Great destinations for days out which won’t break the bank - Steve Cardownie

The Bass Rock was described by Sir David Attenborough as 'one of the 12 wildlife wonders of the world'The Bass Rock was described by Sir David Attenborough as 'one of the 12 wildlife wonders of the world'
The Bass Rock was described by Sir David Attenborough as 'one of the 12 wildlife wonders of the world'
Some time ago I wrote about venues that were worth visiting outside Edinburgh city centre and, now that we are enjoying better weather, I wanted to turn my attention to places to visit outwith the city itself.

I have chosen those that are only a short distance away and could be visited with a return to Edinburgh the same day. For those that are lucky to be young or old enough to qualify for free bus travel the opportunities are there to be explored and for those who have to pay or have access to a car I hope that my suggestions will not “break the bank”. I have also chosen places that I have visited in the past and enjoyed the experience – so here goes.

Twenty miles from Edinburgh lies the town of North Berwick which boasts two sandy bays and two golf courses. The Scottish Seabird Centre is a marine conservation and education charity, the highlight of which is the interactive live cameras out to the wildlife on the Firth of Forth islands, including the Bass Rock which has the world’s largest colony of Northern Gannets currently estimated to number 150,000, Isle of May, Fidra and Craigleith. The John Muir Way passes through the town which offers cafes, restaurants and pubs to cater for those in need of sustenance.

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Queensferry is only 10 miles from Edinburgh city centre and where the spectacular view of the three bridges is unsurpassed. The Maid of the Forth is a sightseeing cruise operator that has won a number of awards and offers a variety of cruises on the Forth which depart from under The Forth Bridge. There are plenty of eateries and pubs within walking distance, one of which features in Robert Louis Stevenson’s novel, Kidnapped. He was reputed to be staying at The Hawes Inn in 1886 when he came up with the idea for the book and started writing it there. Well worth a visit – and a read!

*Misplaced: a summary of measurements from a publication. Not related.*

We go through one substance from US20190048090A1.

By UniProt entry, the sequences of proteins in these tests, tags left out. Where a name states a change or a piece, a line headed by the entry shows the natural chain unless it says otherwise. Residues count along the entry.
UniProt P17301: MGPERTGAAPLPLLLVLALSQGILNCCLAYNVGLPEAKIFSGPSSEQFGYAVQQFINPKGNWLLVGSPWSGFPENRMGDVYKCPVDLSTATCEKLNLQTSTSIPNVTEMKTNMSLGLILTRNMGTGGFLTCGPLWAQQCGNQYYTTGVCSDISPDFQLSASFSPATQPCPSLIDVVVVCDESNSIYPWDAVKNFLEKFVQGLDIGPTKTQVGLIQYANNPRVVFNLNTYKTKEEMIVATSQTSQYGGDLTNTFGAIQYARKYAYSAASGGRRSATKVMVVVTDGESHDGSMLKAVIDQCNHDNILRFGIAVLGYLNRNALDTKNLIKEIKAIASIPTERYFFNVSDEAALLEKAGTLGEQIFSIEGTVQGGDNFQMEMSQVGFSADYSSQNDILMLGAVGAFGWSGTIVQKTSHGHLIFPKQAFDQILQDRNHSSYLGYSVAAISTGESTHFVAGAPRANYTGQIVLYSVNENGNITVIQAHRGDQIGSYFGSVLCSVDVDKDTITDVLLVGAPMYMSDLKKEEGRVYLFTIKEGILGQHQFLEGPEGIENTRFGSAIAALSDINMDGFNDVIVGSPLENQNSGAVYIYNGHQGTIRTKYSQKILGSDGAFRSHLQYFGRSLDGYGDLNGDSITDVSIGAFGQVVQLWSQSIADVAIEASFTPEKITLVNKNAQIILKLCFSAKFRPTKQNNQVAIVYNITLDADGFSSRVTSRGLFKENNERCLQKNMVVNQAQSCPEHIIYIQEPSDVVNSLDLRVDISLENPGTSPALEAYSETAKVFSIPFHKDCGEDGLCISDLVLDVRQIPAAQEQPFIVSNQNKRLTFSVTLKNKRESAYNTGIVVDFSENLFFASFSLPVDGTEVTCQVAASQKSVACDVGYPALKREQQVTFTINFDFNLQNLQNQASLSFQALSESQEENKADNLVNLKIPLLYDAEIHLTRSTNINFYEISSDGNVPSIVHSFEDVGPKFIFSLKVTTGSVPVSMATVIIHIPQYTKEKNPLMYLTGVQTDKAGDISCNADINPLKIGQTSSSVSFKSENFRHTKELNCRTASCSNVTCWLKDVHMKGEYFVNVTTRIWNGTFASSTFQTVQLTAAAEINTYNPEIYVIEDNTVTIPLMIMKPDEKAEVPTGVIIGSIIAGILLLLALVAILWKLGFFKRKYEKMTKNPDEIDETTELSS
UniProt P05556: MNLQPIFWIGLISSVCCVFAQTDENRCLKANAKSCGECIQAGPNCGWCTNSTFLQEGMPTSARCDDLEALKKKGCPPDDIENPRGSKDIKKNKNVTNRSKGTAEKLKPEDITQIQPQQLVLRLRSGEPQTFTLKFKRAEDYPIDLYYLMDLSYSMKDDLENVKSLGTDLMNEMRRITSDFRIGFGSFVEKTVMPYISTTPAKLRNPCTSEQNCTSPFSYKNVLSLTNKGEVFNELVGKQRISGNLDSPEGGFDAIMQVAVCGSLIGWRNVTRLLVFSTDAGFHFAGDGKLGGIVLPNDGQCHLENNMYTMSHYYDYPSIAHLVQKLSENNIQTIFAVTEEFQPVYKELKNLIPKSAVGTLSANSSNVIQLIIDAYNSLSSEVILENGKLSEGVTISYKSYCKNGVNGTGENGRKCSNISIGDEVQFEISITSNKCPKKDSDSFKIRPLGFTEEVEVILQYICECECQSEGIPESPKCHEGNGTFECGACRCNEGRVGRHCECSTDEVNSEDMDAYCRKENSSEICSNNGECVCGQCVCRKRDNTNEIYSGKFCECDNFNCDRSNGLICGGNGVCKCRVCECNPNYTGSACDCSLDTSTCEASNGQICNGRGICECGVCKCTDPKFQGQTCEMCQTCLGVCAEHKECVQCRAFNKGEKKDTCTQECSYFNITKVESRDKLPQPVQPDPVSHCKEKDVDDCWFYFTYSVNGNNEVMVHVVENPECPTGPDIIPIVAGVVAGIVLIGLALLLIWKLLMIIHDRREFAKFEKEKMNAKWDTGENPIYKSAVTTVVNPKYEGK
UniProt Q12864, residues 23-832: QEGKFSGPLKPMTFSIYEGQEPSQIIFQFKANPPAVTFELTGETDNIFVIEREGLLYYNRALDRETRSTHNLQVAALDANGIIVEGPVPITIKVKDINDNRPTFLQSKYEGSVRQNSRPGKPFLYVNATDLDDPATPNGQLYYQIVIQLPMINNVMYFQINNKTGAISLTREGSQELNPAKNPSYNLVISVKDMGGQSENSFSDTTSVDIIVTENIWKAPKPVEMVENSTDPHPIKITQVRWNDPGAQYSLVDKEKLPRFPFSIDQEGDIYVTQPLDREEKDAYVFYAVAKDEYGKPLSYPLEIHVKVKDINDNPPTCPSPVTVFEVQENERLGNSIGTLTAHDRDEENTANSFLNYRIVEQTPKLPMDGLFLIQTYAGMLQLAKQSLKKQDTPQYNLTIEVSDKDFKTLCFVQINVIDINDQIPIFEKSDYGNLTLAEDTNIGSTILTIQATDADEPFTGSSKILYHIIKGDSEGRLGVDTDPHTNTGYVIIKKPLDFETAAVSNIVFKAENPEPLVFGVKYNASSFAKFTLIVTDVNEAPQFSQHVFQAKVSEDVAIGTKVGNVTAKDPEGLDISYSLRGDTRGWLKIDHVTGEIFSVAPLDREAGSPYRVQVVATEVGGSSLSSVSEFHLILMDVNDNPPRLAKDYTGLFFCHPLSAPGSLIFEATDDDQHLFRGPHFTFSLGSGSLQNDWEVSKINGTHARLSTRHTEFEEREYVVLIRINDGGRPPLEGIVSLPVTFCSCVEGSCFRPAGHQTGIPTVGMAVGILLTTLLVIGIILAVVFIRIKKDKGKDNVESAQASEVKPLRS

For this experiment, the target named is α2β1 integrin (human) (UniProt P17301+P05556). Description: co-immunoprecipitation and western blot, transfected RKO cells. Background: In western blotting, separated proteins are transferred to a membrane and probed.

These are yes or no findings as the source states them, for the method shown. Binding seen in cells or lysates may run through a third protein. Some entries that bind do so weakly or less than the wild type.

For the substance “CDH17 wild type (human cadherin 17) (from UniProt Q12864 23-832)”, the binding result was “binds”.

Linlithgow Palace, just 20 miles from Edinburgh, was the birthplace of James V and Mary Queen of Scots and sits in what is now a public park where picnickers gather by the banks of the loch. There are a number of established events in the town throughout the year. This year the Party at the Palace will be held on the weekend of August 10/11 featuring UB40, Lulu, ABC, Heaven 17, The Skids (who can forget their live performance of Albert Tatlock?) and Bananarama amongst others, so – be there or be square!

Back to the east of Edinburgh and no more than a 30-mile drive away lies Dunbar. The birthplace of John Muir, born on April 21, 1838 he was dubbed “Father of the National Parks” for his conservation work and his advocacy of the preservation of wilderness and was pivotal in the establishment of national parks in the United States, where he made his home. The house where he was born is on the High Street and has been converted into a museum. The eastern part of the John Muir Way coastal path starts from the harbour and is well worth the walk.

So, just a few suggestions that might be considered for a day trip from Edinburgh, but if none take your fancy there is, of course, still plenty to do in the capital itself.